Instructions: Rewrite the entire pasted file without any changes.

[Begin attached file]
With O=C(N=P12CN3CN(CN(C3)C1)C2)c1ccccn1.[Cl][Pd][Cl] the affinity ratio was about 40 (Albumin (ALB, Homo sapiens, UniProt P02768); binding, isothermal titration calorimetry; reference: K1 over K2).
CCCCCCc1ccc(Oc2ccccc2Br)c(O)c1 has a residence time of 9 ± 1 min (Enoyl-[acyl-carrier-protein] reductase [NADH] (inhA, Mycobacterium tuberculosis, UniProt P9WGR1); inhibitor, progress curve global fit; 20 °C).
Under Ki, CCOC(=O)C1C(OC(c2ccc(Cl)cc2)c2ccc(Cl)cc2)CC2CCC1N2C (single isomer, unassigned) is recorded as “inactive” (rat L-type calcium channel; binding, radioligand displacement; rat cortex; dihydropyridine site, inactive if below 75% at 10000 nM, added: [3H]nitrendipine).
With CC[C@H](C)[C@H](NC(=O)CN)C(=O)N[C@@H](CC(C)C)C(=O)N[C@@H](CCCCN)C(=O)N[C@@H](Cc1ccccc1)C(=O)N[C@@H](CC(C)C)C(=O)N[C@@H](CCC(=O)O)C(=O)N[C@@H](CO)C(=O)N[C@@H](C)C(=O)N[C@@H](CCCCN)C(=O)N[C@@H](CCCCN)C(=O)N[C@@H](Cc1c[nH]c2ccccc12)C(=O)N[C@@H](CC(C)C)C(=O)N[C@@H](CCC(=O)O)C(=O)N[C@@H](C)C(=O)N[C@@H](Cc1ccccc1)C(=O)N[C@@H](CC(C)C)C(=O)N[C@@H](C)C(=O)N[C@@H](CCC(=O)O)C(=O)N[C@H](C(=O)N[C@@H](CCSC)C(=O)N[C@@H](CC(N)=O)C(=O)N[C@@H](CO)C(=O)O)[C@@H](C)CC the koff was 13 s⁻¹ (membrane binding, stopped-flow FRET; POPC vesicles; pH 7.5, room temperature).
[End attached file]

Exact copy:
With O=C(N=P12CN3CN(CN(C3)C1)C2)c1ccccn1.[Cl][Pd][Cl] the affinity ratio was about 40 (Albumin (ALB, Homo sapiens, UniProt P02768); binding, isothermal titration calorimetry; reference: K1 over K2).
CCCCCCc1ccc(Oc2ccccc2Br)c(O)c1 has a residence time of 9 ± 1 min (Enoyl-[acyl-carrier-protein] reductase [NADH] (inhA, Mycobacterium tuberculosis, UniProt P9WGR1); inhibitor, progress curve global fit; 20 °C).
Under Ki, CCOC(=O)C1C(OC(c2ccc(Cl)cc2)c2ccc(Cl)cc2)CC2CCC1N2C (single isomer, unassigned) is recorded as “inactive” (rat L-type calcium channel; binding, radioligand displacement; rat cortex; dihydropyridine site, inactive if below 75% at 10000 nM, added: [3H]nitrendipine).
With CC[C@H](C)[C@H](NC(=O)CN)C(=O)N[C@@H](CC(C)C)C(=O)N[C@@H](CCCCN)C(=O)N[C@@H](Cc1ccccc1)C(=O)N[C@@H](CC(C)C)C(=O)N[C@@H](CCC(=O)O)C(=O)N[C@@H](CO)C(=O)N[C@@H](C)C(=O)N[C@@H](CCCCN)C(=O)N[C@@H](CCCCN)C(=O)N[C@@H](Cc1c[nH]c2ccccc12)C(=O)N[C@@H](CC(C)C)C(=O)N[C@@H](CCC(=O)O)C(=O)N[C@@H](C)C(=O)N[C@@H](Cc1ccccc1)C(=O)N[C@@H](CC(C)C)C(=O)N[C@@H](C)C(=O)N[C@@H](CCC(=O)O)C(=O)N[C@H](C(=O)N[C@@H](CCSC)C(=O)N[C@@H](CC(N)=O)C(=O)N[C@@H](CO)C(=O)O)[C@@H](C)CC the koff was 13 s⁻¹ (membrane binding, stopped-flow FRET; POPC vesicles; pH 7.5, room temperature).